Jan 20th ~ Movie Monday

This week Phil has continued with Joe Pesci /gangster movies and we did Goodfellas (1990). Another Martin Scorsese movie and another movie based on a true story, this time of Henry Hill, and his rise and fall as a mob associate. Ray Liotta plays the part, and is joined by Robert De Niro, who suggested Liotta to Scorsese for the role. The movie is based on a book, ‘Wiseguy’ by Nicholas Pileggi, with whom Scorsese wrote the screenplay.

De Niro plays James “Jimmy the Gent” Conway, an Irish-American truck hijacker and gangster; whilst Liotta and Joe Pesci start out as juvenile delinquents doing minor jobs for the mob and working their way up to more senior positions. The cast is spectacular, with Paul Sorvino as Paul “Paulie” Cicero, the head man, and Lorraine Bracco as Henry’s long suffering wife Karen.

Pesci won a best supporting role Oscar, and the movie was nominated for 6 awards, and also won 5 awards from the BAFTA’s including best film and director. The movie is widely regarded as one of the best movies in the gangster genre, and in 2000, it was deemed “culturally, historically, and aesthetically significant” and selected for preservation in the National Film Register by the United States Library of Congress.

We so enjoyed this movie, such a different feel to The Irishman, which of course it is impossible not to compare it with. The Irishman I feel really went in depth into the characters and had a more serious vibe to it, and a slower pace. I really felt the emotion of the characters, especially Pesci and De Niro,whereas Goodfellas, had a lot of laugh out loud moments that offset the appalling violence that went on. (Hmm, maybe we weren’t supposed to laugh!?)

With The Irishman, Scorsese took his time with the characters and their scenes, in Goodfellas we are jumping about with quick cuts and fast changes to different locations with lots of detail, which is what Scorsese wanted to give the audience – the feel of ‘punk attitude’. He stated ~ “I wanted lots of movement and I wanted it to be throughout the whole picture, and I wanted the style to kind of break down by the end, so that by Henry’s last day as a wiseguy, it’s as if the whole picture would be out of control, give the impression he’s just going to spin off the edge and fly out.” That worked really well and Liotta did a cracking job of going down the pan.

Goodfellas gives no quarter, there is no emotional attachment to any of the characters, which is how Scorsese wanted it, but in the Irishman, I found a warmth in the relationship between Peschi & DeNiro, which I hadn’t expected. Both movies have very many merits.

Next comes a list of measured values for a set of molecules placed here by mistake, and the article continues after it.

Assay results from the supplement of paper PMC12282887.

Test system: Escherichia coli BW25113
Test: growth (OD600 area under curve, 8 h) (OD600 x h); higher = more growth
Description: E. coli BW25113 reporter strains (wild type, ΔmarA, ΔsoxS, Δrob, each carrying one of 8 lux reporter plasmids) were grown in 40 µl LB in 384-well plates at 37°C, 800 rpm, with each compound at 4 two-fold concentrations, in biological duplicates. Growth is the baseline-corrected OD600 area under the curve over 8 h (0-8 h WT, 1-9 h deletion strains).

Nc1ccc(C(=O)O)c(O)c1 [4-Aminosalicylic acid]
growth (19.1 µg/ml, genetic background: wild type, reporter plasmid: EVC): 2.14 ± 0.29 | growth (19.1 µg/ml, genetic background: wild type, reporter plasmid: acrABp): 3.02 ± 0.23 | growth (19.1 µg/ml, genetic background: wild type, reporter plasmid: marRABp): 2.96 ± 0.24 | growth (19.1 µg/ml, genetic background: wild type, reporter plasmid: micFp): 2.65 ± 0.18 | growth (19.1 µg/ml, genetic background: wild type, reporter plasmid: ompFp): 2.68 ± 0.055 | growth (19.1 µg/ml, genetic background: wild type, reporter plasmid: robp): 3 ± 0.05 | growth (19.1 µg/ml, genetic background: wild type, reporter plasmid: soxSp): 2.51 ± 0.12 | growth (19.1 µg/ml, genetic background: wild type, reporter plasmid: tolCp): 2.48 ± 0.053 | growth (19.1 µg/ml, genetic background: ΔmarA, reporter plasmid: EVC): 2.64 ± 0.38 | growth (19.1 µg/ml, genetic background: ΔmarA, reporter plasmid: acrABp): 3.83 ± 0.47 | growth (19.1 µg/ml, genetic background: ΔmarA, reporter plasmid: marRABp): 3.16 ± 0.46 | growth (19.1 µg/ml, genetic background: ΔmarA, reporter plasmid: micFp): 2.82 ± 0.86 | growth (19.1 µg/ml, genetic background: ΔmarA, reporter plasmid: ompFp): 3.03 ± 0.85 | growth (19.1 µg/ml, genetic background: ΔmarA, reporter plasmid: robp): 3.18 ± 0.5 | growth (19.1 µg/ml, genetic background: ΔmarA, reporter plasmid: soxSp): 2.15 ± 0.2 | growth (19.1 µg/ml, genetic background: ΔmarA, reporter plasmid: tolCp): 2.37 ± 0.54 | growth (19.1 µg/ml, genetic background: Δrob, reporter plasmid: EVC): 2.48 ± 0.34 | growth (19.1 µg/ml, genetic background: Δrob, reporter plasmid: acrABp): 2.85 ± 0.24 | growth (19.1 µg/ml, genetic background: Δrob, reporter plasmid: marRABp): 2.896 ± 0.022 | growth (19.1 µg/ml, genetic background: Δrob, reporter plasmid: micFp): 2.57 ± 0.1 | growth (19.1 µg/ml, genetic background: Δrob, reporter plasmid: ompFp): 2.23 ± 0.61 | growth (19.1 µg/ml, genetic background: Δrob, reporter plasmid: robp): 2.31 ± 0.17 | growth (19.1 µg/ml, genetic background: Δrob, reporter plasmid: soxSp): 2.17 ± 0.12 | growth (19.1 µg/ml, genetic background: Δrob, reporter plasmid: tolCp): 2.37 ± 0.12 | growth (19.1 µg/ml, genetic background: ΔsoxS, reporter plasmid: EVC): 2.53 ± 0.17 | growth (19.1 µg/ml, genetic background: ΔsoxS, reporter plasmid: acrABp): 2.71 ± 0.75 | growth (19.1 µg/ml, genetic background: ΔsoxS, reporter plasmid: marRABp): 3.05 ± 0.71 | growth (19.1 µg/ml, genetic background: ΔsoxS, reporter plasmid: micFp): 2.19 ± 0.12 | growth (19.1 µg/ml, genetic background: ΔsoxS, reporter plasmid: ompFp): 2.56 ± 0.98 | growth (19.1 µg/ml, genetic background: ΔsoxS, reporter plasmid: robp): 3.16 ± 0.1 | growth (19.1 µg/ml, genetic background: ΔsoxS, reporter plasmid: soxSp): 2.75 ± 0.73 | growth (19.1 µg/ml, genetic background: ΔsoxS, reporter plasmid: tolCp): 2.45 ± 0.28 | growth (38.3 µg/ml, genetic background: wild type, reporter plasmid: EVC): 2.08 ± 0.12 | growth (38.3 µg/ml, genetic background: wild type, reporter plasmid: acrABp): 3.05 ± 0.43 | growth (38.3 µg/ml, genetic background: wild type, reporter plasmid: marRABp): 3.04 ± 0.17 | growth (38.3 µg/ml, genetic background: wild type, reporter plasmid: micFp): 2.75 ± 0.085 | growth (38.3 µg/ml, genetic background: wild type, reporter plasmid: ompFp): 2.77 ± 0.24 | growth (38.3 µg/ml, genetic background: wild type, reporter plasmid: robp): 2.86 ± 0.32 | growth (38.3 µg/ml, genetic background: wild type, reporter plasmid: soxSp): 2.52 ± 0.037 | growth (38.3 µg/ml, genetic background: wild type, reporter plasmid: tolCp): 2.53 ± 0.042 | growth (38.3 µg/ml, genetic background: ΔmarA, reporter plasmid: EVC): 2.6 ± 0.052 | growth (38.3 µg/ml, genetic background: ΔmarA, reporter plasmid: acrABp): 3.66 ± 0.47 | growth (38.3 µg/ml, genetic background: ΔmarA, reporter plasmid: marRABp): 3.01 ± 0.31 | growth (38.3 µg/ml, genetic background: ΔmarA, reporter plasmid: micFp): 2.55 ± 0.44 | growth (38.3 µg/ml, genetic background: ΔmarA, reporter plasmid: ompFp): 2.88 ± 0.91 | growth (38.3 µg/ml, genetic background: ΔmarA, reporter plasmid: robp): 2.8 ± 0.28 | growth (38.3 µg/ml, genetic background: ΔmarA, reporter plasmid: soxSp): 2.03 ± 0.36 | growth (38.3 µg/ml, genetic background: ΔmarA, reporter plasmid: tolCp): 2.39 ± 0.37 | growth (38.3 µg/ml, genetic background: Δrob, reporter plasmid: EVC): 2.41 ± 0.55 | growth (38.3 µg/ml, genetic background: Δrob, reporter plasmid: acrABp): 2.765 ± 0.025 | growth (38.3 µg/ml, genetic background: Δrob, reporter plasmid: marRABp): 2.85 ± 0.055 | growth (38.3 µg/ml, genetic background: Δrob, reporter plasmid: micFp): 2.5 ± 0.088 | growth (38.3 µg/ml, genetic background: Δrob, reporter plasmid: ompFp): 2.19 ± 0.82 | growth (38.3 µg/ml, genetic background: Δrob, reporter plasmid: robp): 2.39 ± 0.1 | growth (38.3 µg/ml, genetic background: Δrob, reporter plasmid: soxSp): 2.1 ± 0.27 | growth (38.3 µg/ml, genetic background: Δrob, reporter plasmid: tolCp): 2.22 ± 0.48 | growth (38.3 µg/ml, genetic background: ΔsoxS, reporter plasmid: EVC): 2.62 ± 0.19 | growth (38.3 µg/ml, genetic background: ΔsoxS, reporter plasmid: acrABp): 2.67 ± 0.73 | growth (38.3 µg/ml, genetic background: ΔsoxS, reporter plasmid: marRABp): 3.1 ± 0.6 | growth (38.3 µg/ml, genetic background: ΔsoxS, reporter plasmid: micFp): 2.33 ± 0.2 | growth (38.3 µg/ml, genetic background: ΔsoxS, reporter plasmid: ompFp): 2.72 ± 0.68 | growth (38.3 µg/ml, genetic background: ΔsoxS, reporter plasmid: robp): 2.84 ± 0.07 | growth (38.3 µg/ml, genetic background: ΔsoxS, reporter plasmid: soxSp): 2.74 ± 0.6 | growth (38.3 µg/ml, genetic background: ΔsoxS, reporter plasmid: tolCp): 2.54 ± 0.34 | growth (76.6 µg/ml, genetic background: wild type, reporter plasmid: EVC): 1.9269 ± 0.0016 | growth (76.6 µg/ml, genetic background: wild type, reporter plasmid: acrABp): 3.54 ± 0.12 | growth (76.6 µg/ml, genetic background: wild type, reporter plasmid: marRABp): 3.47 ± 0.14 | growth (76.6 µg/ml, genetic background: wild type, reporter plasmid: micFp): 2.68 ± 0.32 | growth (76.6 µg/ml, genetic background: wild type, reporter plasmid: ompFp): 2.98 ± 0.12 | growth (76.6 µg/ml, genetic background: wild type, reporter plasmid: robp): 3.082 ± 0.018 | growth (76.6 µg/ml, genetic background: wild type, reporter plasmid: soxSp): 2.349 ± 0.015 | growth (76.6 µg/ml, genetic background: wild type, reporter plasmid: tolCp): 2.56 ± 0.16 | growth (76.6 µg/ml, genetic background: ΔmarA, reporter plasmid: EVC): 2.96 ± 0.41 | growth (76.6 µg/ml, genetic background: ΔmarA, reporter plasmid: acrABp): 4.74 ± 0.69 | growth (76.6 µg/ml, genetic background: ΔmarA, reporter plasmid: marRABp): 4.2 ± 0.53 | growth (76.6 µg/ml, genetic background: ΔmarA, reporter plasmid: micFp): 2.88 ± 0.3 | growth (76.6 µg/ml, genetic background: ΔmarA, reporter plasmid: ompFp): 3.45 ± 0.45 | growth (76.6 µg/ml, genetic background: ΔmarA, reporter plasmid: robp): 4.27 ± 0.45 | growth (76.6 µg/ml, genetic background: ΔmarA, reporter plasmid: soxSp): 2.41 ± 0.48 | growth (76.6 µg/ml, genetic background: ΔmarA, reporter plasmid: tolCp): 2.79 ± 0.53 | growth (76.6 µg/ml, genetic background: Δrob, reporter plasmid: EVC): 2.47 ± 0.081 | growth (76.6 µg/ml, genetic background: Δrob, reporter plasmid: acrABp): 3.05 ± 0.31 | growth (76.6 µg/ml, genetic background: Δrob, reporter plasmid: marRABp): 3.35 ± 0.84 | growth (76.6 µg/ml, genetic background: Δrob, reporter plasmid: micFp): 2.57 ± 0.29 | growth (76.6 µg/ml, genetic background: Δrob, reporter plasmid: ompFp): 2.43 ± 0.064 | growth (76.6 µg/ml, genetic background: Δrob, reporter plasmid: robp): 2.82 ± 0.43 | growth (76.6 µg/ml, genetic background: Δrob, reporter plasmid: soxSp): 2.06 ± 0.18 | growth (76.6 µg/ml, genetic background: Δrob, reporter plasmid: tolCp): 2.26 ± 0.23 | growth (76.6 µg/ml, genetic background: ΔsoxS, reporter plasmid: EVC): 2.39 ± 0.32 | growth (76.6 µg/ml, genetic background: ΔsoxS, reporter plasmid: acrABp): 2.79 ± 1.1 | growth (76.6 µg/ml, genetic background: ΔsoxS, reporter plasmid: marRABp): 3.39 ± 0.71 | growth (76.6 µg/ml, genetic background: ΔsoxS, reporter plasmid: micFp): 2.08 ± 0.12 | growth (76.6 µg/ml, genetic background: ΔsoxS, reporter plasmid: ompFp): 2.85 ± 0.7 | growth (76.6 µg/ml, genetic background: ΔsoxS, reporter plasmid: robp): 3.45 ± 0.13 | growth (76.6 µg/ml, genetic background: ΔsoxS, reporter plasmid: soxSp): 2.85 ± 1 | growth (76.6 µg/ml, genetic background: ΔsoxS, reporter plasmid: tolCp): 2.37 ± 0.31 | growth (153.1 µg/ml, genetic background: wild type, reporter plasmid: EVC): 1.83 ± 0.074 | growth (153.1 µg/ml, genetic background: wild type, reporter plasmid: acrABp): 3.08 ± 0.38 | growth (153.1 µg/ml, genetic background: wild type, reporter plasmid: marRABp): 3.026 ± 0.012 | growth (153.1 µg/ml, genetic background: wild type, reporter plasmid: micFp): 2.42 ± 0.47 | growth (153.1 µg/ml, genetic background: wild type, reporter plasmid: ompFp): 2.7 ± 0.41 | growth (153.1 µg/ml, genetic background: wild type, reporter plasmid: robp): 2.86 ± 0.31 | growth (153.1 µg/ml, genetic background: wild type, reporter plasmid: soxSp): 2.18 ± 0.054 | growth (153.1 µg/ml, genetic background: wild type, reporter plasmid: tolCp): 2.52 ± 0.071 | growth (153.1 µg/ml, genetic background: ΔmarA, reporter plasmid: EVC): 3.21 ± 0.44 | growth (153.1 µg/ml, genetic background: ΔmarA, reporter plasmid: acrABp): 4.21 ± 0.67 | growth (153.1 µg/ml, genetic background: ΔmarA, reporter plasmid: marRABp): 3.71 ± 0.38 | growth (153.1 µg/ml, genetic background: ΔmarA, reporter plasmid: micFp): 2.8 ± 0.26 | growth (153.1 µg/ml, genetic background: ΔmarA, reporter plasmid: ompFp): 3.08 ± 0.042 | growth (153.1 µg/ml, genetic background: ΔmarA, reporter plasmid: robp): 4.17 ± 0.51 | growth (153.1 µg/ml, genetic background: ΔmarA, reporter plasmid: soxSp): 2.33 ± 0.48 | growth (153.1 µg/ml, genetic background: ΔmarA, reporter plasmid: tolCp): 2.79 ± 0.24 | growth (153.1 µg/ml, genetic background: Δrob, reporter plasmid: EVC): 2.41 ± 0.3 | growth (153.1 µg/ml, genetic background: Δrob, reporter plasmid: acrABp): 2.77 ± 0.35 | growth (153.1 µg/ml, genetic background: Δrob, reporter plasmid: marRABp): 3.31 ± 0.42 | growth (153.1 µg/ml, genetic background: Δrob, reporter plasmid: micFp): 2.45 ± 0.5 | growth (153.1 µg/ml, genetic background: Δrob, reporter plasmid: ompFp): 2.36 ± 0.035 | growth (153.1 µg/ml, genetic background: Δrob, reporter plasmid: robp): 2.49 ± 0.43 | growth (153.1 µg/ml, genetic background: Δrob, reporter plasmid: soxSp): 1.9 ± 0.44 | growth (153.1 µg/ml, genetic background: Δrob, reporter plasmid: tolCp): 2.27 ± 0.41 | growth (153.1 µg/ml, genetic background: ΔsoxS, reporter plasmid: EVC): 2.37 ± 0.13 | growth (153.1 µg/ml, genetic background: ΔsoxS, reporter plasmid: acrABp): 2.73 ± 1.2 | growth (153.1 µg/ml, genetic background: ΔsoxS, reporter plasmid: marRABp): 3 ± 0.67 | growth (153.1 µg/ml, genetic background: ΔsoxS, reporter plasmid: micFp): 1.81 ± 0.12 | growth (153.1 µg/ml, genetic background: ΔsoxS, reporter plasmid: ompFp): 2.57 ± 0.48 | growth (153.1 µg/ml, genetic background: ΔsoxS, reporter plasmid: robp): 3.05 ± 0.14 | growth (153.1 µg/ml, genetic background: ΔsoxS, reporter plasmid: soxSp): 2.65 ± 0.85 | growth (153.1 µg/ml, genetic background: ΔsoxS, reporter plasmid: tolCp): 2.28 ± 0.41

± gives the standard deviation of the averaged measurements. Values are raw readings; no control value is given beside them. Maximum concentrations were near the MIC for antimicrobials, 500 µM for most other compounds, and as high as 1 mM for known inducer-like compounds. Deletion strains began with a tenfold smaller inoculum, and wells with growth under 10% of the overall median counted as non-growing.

Our Saturday night movie continues the run of Marvel movies, and this week we did Black Panther (2018) directed by Ryan Coogler, who also helped write the screenplay. What I like most about Marvel movies is the calibre of actors who star in them, and Black Panther is no exception. Chadwick Boseman takes the title role, with a supporting cast including Michael B Jordan, Lupita Nyong’o, Letitia Wright, Martin Freeman, Andy Serkis, Forest Whitaker and Angela Bassett. Sure the CGI is awesome, but it’s how these actors bring depth and nuance to their characters that really pulls me in, and to me it seems a shame that those attributes are dismissed by ‘serious’ movie people who like to slag off Marvel & DC movies as being silly or meaningless. But each to his own, I’m quite disparaging of horror movies, which are, of course, really stupid. 🙂

Black Panther is an origin movie, and shows how Boseman as King of Wakanda becomes the Black Panther. We learn that over centuries, the Wakandans use a special material called vibranium to develop advanced technology and isolate themselves from the world by posing as a Third World country. Andy Serkis plays the baddie who finds and steals vibranium and opens up the secret of Wakanda’s location to the CIA (Martin Freeman). No spoilers so I’ll leave that there and say we thought the director really excelled in this movie, it moved along at a good pace, the choreography of the fight scenes was excellent and fun to watch, and in this particular movie no ‘hammy acting’ going on, everyone played their part so convincingly, and it was all the better for that. The costumes were gorgeous and the designer Ruth E Carter referenced several south African tribes, as well as Issi Miyake, Donna Karan & Yves Saint Laurent. The all female special forces of the movie were dressed in Massai inspired warrior costumes.